For those who have not flown into Shanghai in recent years, the Maglev is a magnetically levitating train linking Pudong airport to the city’s financial center. Initially developed by Siemens, it is one of the few commercially operating magnetic train in the world – it has yet to provide financial viability.
In addition to being a technological showcase, Maglev is becoming a political experiment. In 2007 relocation plans for thousands of residents was announced in order to extend the track to the other side of Shanghai. The new middle class, a crucial constituency in the country’s future political development, have shown signs of a willingness to take political action when the government’s top-down infrastructure plans have threatened their economic interests.
Since organized demonstrations tend be politically sensitive, residents (mostly white-collars) along the planned line have gathered on Shanghai’s People’s Square to express their opinion using the method of “taking collective walks”. Proof that the topic disturbs: the Internet police has banned it from the Chinese cyberspace.
Here we go again… Every five years, China’s government agency in charge of economic development – the National Development and Reform Commission (NDRC) – publishes a five-year plan which reads a bit like a Christmas wishlist. This time, the 11th “Five-Year Plan for High-Tech Industrialization”, which covers the 2010-2015 period, includes 16 high-tech industrialization projects.
Among them, one can find integrated circuit, the next-generation Internet, new-generation mobile communication, digital audio-video frequency, information safety, bio-medicine, bio-medical engineering, satellite application as well as modern traditional Chinese drugs! The plan suggests fostering a number of backbone enterprises (aka national champions) to industrialize these products. In other words, the Chinese government puts its money where its mouth is.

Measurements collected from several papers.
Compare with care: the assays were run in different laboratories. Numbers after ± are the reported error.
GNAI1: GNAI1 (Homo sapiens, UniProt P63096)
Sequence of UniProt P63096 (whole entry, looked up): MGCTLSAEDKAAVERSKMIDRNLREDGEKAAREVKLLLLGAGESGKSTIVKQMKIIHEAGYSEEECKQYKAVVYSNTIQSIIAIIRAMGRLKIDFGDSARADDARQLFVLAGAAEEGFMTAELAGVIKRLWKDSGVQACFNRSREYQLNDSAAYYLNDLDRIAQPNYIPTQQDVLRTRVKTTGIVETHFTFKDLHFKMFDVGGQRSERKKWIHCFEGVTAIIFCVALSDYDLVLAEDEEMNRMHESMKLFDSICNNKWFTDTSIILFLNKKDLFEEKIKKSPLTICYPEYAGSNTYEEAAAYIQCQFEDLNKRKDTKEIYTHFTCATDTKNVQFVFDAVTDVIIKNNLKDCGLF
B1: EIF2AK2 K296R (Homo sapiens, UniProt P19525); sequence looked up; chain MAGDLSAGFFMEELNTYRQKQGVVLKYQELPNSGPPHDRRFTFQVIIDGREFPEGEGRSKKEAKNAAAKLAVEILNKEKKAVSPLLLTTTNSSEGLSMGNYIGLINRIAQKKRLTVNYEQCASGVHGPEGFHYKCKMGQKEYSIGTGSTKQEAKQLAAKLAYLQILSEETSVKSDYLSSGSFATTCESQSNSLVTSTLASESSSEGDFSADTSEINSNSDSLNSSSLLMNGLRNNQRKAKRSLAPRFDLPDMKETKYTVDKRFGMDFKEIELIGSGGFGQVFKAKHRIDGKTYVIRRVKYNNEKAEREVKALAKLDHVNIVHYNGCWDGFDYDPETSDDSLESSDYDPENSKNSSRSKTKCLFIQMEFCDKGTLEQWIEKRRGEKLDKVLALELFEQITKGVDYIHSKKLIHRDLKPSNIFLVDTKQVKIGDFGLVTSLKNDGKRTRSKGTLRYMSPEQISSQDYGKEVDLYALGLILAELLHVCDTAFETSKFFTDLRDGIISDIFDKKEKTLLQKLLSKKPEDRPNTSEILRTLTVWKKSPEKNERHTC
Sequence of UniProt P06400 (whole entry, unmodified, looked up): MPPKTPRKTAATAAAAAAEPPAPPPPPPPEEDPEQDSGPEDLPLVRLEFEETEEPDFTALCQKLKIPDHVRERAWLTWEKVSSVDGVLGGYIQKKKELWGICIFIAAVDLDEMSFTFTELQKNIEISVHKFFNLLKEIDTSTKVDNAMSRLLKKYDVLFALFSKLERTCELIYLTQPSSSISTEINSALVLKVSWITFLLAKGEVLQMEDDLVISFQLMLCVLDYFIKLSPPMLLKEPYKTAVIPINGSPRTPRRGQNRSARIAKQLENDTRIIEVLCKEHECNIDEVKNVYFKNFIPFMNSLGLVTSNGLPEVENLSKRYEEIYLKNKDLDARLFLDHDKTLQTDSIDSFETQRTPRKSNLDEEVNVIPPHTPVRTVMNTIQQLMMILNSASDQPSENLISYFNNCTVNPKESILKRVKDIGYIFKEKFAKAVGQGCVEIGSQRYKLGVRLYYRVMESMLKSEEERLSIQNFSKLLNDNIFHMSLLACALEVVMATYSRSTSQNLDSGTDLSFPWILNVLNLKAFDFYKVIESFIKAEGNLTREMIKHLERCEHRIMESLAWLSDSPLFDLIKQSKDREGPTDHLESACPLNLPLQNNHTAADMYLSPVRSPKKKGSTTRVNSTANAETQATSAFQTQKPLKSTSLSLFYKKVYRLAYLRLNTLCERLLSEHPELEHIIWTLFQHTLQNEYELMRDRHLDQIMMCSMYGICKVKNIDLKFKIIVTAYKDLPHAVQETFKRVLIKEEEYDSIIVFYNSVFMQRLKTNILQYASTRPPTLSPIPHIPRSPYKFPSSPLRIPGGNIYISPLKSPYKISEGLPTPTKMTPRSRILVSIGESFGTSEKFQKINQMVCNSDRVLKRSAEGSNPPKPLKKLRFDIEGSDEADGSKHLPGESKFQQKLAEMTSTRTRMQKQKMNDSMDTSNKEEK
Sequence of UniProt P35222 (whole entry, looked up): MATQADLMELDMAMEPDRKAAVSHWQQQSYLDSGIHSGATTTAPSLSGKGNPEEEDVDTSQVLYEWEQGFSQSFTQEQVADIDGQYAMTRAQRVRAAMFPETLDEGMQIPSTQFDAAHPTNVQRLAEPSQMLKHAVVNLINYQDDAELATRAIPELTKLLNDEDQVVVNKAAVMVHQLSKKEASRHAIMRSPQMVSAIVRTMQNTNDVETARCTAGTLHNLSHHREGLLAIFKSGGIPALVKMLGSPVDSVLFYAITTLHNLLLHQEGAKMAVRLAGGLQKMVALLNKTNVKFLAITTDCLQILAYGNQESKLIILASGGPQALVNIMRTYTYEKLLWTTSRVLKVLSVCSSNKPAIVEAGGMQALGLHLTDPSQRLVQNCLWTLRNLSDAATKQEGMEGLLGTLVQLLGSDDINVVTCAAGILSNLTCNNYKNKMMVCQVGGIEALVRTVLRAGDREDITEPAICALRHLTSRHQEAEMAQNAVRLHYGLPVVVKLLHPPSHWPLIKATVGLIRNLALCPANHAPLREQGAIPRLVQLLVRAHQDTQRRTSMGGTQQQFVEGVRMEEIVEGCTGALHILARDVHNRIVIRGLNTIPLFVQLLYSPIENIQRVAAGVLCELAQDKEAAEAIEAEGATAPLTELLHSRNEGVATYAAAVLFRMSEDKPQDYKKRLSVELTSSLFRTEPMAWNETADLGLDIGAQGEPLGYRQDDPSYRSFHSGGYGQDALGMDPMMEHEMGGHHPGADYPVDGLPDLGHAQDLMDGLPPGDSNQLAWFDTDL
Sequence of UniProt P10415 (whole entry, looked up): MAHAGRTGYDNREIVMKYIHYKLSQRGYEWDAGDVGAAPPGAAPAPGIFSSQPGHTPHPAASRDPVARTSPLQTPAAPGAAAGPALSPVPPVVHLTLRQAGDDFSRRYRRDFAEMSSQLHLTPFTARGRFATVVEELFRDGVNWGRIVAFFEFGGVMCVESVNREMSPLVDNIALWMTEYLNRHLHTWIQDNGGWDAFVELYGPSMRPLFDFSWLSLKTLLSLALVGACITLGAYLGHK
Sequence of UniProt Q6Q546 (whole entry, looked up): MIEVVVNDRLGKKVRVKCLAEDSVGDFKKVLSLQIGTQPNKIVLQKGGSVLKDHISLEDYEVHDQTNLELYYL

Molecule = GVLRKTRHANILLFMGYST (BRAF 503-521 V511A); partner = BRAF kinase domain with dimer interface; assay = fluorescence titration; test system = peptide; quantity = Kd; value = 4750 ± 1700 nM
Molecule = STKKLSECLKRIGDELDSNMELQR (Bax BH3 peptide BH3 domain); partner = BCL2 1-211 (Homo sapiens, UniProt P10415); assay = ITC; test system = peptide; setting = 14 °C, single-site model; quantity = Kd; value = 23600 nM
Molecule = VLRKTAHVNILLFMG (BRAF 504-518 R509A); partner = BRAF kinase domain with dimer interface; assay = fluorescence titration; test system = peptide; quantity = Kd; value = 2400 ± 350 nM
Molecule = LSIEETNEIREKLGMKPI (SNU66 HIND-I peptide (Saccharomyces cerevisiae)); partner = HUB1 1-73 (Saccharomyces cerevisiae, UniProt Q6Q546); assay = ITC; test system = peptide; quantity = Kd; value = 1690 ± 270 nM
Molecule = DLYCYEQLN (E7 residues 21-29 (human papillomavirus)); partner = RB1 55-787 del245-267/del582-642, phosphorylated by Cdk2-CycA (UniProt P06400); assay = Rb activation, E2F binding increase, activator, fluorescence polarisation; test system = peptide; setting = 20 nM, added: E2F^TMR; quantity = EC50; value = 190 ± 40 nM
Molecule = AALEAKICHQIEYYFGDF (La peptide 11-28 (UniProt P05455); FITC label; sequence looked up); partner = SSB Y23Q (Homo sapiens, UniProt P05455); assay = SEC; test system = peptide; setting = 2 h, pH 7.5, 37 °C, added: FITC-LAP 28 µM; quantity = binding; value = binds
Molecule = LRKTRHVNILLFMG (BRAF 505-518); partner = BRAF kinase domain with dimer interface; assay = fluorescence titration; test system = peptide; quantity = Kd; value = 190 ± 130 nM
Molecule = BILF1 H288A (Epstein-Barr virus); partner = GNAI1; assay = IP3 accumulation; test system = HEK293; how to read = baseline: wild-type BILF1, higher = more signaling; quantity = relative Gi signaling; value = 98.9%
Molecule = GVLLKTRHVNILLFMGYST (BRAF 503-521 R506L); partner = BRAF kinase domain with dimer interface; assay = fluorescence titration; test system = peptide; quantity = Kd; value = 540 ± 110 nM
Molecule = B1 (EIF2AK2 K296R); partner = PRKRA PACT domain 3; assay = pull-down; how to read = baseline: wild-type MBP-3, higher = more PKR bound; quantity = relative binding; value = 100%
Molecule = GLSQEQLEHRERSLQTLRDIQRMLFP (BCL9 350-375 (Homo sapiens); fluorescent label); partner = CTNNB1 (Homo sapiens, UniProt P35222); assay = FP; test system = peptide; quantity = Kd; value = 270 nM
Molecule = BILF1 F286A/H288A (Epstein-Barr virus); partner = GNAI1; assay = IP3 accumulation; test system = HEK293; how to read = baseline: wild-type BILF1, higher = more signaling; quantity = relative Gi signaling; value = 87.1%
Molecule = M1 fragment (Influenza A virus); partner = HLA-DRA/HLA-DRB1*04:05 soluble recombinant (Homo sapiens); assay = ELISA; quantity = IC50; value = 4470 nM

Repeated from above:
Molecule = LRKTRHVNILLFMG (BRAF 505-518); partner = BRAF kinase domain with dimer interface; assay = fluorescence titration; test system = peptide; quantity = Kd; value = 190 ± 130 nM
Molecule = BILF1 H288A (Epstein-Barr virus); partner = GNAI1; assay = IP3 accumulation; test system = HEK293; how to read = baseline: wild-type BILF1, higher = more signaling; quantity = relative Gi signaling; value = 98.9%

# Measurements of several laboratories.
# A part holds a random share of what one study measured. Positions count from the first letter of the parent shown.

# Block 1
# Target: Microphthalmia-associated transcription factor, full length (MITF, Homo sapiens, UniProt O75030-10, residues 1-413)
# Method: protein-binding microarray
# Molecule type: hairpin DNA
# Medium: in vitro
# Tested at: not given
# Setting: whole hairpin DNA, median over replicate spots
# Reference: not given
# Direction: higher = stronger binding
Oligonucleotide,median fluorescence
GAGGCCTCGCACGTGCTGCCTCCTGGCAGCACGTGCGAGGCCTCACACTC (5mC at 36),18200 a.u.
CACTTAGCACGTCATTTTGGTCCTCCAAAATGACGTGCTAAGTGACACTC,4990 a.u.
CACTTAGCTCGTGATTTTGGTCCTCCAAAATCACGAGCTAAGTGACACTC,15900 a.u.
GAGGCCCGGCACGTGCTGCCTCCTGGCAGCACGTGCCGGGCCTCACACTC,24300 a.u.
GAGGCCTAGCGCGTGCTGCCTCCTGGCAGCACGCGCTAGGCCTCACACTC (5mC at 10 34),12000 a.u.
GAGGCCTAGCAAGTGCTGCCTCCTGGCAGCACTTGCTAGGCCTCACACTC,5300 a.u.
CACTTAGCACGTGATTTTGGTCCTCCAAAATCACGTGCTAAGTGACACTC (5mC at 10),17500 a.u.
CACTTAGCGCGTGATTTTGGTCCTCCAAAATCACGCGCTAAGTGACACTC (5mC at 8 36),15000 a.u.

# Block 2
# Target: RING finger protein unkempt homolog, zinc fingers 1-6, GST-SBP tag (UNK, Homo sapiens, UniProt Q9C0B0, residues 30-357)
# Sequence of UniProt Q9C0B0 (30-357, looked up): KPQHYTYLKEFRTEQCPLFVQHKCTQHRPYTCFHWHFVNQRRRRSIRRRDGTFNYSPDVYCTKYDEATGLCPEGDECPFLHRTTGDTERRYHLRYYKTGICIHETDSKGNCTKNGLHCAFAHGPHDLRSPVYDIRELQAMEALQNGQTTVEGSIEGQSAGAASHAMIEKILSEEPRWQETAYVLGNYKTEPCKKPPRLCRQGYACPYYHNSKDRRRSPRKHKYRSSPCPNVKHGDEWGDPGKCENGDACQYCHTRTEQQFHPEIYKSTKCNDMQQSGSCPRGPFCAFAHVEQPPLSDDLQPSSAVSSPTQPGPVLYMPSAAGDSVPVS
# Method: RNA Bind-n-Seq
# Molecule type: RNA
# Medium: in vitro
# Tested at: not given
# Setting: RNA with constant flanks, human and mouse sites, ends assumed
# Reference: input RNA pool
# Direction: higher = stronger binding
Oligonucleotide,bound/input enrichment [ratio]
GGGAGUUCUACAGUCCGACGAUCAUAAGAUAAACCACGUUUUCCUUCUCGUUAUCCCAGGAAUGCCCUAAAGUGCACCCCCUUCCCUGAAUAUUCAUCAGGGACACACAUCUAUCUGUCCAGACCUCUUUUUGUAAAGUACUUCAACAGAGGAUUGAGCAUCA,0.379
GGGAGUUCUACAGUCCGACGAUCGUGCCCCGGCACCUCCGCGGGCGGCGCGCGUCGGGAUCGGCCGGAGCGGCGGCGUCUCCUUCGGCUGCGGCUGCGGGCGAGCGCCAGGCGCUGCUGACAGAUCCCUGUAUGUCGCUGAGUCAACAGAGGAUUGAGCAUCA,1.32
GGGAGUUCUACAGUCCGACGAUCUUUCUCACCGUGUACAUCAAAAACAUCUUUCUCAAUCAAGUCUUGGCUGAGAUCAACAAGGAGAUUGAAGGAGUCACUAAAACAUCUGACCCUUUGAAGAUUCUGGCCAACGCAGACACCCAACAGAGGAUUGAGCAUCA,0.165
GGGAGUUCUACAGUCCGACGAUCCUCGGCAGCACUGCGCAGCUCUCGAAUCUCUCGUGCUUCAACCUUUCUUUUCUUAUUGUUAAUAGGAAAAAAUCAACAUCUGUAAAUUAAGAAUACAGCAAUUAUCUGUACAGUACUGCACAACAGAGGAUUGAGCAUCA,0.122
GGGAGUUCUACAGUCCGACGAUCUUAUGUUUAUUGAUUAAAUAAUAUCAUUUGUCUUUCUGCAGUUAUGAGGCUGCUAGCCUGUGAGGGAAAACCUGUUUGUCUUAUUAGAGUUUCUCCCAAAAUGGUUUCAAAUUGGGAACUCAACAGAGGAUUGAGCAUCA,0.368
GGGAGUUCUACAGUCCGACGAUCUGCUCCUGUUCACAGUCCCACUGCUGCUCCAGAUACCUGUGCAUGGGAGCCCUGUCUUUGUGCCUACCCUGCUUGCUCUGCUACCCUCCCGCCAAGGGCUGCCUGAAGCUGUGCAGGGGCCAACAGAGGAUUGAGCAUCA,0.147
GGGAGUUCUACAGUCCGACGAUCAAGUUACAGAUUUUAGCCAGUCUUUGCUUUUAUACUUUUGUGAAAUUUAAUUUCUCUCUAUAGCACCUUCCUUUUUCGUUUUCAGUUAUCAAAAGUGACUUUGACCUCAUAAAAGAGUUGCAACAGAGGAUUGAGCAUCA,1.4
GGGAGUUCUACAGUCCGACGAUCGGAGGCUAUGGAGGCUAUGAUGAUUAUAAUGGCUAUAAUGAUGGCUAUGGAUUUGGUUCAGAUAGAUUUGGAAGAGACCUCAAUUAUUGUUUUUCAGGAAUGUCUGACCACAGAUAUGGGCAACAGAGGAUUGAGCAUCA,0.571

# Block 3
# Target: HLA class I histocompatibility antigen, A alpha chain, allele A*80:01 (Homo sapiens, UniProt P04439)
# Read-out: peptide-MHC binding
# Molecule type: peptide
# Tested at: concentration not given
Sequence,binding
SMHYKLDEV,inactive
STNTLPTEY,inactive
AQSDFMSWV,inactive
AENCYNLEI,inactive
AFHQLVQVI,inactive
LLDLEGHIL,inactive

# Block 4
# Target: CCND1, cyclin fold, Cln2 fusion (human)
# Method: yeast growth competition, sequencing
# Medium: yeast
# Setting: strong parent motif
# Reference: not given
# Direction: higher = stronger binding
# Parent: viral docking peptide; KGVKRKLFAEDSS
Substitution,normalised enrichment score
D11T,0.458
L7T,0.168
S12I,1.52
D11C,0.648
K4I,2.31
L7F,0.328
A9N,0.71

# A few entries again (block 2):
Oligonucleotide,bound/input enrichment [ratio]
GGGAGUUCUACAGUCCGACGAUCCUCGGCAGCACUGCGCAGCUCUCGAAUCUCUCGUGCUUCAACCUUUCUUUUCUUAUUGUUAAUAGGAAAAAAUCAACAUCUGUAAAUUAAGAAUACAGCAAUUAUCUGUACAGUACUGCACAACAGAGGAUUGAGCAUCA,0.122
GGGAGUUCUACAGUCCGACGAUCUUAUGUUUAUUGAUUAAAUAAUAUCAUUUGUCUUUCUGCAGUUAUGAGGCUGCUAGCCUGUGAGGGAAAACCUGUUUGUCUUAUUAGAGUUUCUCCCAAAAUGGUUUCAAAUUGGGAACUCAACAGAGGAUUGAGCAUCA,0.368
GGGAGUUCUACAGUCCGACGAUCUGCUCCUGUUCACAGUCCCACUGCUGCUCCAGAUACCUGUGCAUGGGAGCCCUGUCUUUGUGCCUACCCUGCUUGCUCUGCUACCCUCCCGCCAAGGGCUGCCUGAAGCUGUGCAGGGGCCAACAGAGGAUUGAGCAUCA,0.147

Sceptics may wonder whether a top-down, government-led approach is the best way to come up with technological innovation. Be it for the roll-out of telecommunication networks or the launch of a taikonaut, Chinese government agencies (granted, with a little help of statistical creativity) have often reached, if not gone beyond, planned objectives.
What really differs this time is that the success (or failure) of the technological projects will have a strong impact on technological innovation in the West. China has now emerged from the catching up mode: it intends to set trends and create its own intellectual property.
For those of us who were thinking that only developing countries were entitled to technological leapfrogging, we may be in for a surprise with the development of the next-generation broadband wireless mobile communication network (aka 4G).
In the “old days”, telecommunication standards were set by Western multinational companies who would then roll out their products in their markets (mostly in the West). Developing countries would follow (or not) and from time to time leapfrog… This time, the International Telecommunication Union has been discussing the allocation of spectrum for 4G with China already considering three spectrum segments to be used for 4G.
Can we actually speak of a revolution? Rather an evolution. On one hand, China had already started working on the development of FuTURE (Future Technologies for Universal Radio Environment) as early as 2001. On the other hand, the development will most likely entail cooperative agreements involving international leaders in the field and Chinese companies: Datang Telecom said it has set up a 4G mobile technology research center in Beijing with Ericsson. Some analysts have even been arguing for some time that it makes sense to go directly to 4G on the grounds that there is no business case for 3G in China!
While MIT’s Negroponte and Intel’s Otellini wage their battle for a USD 100 laptop (aka XO vs. Classmate) a Chinese company has announced plans to market PCs costing less than USD 200 in the Philippines. Lenovo – the leading Chinese PC manufacturer - is hoping to establish a foothold in the market with low-cost, entry-level PCs before pushing its full line of products there.
Even if the success is not assured, Lenovo’s PC could prove a serious rival to the laptops. Because of insufficient demand, the XO currently sells for USD 188 and the Classmate for USD 350 (with an installed version of Microsoft Office). Moreover a number of countries have always been very critical of the USD 100 computer from the outset. India even unveiled plans 3 years ago to develop its own low-cost desktop (Mobilis).
P.S.: Lenovo also unveiled a USD 260 PC for Chinese farmers. It doesn’t come with a mouse or a keyboard. Instead, the box comes with a handwriting recognition pad